The Gondolier’s Mistress, 2010
• carrara administrazione marble
• 36” H x 15” W x 11” D (91cm H x 38cm W x 28cm D)
Michael and Michelle Binkley celebrated their 16th wedding anniversary in Venice, Italy at the end of the hot summer of 2008. While they were sipping cool drinks in a small piazza one afternoon, the artist watched two gondoliers as they waited for their next fare, each holding his craft to the pier with one foot.
What if one of them had a mistress? Would she seduce him by appearing on the prow of his gondola in the cool of the night under the light of a full moon? Would a gentle breeze flow through the long tresses of her hair?
Binkley was inspired to create a sculpture of this scene. The next stop on that Italian trip was the town of Pietrasanta where the Binkley’s lived for the month of September while the artist worked on projects at Studio SEM. This was the first sculpture of Binkley’s 2008 Italian Collection, which he roughed out at Studio SEM. He shipped the piece back home and finished it in his Vancouver studio.
This is a sound piece of Carrara marble from the Administrazione quarry. This variety of white marble is practically clear of coloured striations and has a pale ivory hue. Since the piece would not accommodate the entire gondola, Binkley engages the viewer to complete the boat in their mind. The unique shape of the boat and the signature “fèro” bow decoration are clearly defined.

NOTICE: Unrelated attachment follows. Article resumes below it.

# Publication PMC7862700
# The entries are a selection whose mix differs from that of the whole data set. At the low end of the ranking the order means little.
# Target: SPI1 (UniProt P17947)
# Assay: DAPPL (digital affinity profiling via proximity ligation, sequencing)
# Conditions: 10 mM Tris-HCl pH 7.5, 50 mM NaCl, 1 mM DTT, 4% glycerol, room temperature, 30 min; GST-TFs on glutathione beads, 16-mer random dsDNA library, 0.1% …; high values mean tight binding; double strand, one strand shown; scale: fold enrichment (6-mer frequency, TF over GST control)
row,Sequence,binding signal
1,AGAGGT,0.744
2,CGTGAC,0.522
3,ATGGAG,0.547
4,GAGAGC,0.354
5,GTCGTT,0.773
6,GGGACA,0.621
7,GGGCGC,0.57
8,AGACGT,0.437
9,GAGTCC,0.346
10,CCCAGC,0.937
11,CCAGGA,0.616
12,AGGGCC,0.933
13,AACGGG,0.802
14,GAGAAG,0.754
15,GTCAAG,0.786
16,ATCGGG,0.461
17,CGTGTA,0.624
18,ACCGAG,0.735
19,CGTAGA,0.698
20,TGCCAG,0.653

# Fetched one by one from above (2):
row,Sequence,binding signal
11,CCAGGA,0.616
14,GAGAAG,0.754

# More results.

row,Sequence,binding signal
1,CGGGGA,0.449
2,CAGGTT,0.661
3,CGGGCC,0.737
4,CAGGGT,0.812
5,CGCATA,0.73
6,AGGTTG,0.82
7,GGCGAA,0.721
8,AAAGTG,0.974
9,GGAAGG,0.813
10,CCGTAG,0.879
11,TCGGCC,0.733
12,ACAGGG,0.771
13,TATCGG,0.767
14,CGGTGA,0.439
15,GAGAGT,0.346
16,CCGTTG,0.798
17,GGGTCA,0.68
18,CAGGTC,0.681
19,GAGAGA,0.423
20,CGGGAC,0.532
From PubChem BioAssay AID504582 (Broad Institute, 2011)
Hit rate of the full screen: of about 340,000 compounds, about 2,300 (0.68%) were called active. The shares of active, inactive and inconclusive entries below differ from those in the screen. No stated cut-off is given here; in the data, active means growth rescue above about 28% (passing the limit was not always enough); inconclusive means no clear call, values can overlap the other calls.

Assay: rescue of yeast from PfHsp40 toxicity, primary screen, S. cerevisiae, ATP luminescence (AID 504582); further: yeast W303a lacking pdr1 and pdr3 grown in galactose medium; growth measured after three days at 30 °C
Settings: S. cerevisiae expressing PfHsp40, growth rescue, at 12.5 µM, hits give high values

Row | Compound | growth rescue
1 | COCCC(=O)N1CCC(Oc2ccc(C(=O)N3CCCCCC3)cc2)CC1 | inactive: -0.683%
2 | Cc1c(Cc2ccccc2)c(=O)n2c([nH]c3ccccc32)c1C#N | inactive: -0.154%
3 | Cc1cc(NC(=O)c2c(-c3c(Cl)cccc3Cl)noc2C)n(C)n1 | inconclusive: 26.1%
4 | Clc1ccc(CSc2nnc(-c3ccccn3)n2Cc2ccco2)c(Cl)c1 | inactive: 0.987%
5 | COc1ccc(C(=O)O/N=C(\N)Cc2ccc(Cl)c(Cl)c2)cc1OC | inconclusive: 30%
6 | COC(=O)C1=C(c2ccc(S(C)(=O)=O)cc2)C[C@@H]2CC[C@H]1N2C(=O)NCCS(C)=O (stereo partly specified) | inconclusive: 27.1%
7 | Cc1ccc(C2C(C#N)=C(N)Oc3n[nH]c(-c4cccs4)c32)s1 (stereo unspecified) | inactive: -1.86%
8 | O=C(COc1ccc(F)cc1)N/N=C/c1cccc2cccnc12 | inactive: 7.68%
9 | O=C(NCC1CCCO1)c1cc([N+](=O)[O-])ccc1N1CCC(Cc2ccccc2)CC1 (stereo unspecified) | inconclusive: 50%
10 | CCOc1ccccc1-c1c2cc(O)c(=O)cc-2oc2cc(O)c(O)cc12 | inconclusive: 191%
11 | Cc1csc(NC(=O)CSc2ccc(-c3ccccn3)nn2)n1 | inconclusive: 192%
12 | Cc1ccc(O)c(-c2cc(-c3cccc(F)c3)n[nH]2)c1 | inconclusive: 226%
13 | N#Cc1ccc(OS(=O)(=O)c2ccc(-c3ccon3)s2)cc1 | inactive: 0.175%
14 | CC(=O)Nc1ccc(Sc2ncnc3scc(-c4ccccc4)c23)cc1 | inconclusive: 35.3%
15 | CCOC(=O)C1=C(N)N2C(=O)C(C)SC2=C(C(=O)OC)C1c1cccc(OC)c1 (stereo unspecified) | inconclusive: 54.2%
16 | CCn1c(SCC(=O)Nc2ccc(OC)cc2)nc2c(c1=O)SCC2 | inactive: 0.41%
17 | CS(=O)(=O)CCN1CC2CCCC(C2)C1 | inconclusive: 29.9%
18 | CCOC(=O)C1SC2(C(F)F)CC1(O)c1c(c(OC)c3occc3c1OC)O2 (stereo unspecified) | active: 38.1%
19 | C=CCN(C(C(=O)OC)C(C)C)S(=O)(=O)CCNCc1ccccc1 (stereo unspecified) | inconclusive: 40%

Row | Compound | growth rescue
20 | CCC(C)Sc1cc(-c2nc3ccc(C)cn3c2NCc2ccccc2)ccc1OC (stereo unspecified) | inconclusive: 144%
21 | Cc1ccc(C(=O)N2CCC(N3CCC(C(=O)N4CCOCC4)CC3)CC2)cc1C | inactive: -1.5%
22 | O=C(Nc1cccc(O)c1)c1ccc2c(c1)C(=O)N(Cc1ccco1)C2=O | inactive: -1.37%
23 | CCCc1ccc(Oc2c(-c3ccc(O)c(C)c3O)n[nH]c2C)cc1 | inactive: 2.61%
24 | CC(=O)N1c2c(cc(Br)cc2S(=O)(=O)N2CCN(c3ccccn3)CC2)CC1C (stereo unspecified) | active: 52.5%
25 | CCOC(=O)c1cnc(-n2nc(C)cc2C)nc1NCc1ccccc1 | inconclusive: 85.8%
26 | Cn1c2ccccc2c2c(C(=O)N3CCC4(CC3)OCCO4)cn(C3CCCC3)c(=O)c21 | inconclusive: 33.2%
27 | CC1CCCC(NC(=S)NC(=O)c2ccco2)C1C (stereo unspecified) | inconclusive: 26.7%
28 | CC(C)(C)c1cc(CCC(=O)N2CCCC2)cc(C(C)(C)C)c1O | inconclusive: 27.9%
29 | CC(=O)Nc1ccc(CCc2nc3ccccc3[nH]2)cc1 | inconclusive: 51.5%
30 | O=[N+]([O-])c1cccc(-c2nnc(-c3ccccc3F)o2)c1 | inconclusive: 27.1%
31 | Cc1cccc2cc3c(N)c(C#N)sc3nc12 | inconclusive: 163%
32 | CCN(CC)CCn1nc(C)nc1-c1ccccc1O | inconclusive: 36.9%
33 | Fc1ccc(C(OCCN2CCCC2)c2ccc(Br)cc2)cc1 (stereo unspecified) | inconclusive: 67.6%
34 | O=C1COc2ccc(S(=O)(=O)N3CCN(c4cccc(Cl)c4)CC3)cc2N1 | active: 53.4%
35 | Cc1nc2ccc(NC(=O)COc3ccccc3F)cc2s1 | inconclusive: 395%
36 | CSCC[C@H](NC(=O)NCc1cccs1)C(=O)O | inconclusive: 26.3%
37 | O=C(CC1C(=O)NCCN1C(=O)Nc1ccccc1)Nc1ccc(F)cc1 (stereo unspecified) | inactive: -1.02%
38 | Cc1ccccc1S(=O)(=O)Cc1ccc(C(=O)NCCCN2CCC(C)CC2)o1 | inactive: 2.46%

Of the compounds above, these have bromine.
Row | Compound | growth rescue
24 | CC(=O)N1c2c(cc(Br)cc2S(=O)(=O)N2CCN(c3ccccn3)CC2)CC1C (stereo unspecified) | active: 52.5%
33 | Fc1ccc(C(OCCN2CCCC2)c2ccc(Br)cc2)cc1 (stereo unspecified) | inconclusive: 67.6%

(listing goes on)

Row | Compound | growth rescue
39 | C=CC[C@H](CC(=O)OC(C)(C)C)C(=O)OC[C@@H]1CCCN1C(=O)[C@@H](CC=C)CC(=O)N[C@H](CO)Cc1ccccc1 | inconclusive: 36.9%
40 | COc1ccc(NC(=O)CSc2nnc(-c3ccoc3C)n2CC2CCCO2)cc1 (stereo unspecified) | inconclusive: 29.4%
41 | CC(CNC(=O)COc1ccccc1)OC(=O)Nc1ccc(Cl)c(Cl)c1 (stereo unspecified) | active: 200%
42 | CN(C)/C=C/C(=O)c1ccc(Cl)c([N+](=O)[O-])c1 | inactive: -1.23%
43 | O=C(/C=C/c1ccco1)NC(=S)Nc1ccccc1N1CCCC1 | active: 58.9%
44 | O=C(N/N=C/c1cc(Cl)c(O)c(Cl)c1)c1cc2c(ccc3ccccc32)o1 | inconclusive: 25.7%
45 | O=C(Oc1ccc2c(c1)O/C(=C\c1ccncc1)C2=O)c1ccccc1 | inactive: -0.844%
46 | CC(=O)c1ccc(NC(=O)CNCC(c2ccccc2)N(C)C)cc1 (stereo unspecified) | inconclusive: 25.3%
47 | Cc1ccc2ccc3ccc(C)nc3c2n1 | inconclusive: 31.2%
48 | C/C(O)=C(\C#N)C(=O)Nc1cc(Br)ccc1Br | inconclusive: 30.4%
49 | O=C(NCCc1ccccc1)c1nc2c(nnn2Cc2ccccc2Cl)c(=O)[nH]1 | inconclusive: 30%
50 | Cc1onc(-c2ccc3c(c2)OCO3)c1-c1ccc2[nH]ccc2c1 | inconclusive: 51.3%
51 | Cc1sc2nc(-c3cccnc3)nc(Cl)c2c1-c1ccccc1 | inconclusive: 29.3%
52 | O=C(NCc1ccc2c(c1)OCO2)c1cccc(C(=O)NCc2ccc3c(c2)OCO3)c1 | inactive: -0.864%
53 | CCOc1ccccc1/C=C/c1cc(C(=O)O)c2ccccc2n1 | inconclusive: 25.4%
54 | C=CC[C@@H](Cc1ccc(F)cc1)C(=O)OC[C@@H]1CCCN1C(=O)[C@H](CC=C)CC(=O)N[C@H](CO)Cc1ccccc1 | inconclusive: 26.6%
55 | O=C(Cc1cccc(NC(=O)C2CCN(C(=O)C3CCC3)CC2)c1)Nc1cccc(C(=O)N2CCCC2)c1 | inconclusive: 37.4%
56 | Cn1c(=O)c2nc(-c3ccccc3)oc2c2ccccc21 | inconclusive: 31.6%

The female figure has a serene expression on her face. She is confident and uncaring of her nudity as she waits for her lover. He will no doubt notice her as she sits leaning against the fèro. Her physique is slim and athletic and she dangles one foot down to dip in the cool of the canal.
Binkley used several different surface treatments to describe the elements of the sculpture. The mistress’ hair and the water have tooth chisel marks as both are flowing and fluid. The deck of the gondola has a fine file finish that resembles the texture of linen. Finally, the mistress’ skin and the hull of the gondola have a smooth, matte finish. This emulates the smoothness of natural skin and ties the boat and the figure together. This also allows the sculpture to hold shadows which are so important to the mood of the art work.
The sculpture weighs about 250 pounds, yet the composition and execution give the art work a sense of lightness.